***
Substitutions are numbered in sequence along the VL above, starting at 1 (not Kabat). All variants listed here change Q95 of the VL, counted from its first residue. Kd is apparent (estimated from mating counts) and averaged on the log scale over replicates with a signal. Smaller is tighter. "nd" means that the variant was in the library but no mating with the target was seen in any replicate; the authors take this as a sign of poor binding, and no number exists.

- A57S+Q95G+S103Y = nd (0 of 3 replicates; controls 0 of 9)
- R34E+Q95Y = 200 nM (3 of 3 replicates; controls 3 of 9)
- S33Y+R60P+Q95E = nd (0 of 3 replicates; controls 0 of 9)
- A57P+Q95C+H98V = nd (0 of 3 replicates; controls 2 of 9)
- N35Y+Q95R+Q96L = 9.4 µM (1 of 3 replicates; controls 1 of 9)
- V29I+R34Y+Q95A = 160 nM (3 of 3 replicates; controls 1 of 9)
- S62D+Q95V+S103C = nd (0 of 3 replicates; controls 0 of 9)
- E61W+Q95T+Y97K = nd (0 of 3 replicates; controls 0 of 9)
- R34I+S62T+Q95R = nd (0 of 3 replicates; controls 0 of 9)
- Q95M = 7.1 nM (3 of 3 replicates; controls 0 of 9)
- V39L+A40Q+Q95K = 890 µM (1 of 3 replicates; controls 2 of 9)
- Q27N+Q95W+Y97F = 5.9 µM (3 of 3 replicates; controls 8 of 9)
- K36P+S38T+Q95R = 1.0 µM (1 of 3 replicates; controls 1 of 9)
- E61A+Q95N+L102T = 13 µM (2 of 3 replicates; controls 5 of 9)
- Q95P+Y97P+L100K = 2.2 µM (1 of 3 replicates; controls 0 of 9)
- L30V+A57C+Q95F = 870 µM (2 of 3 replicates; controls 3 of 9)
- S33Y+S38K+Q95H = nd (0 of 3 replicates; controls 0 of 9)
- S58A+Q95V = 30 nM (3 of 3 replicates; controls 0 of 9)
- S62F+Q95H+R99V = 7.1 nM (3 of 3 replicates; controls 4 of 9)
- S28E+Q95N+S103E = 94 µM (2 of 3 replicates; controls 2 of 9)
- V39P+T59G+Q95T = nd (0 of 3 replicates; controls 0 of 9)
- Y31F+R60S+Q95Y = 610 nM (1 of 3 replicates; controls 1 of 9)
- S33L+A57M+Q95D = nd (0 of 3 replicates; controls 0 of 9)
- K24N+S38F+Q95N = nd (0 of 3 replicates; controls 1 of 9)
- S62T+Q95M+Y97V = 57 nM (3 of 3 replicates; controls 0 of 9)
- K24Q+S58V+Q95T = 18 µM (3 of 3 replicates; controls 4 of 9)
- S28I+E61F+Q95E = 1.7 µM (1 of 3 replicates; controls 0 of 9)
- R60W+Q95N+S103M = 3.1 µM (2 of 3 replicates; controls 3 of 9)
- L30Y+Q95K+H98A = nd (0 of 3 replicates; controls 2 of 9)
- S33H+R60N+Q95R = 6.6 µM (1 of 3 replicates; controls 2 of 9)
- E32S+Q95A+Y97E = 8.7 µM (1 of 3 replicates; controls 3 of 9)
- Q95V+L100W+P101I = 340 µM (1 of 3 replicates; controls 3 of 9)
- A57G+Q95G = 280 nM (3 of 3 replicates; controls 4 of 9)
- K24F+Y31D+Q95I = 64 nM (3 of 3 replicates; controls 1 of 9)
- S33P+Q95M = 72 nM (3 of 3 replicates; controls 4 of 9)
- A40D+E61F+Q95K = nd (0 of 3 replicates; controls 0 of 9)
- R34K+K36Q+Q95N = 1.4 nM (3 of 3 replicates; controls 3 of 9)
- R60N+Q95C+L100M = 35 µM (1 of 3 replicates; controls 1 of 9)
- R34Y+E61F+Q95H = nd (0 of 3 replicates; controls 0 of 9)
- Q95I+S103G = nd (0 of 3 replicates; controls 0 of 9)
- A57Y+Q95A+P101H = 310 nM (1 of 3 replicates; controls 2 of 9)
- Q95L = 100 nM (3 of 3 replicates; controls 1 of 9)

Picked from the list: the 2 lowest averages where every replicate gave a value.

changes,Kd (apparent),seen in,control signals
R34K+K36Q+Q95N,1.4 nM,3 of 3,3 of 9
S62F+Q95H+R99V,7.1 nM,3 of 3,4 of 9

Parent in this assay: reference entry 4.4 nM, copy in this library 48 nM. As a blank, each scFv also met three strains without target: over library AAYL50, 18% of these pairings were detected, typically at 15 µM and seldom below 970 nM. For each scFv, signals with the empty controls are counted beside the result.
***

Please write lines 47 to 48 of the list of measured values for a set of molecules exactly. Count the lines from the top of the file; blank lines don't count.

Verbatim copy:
S62F+Q95H+R99V,7.1 nM,3 of 3,4 of 9

Parent in this assay: reference entry 4.4 nM, copy in this library 48 nM. As a blank, each scFv also met three strains without target: over library AAYL50, 18% of these pairings were detected, typically at 15 µM and seldom below 970 nM. For each scFv, signals with the empty controls are counted beside the result.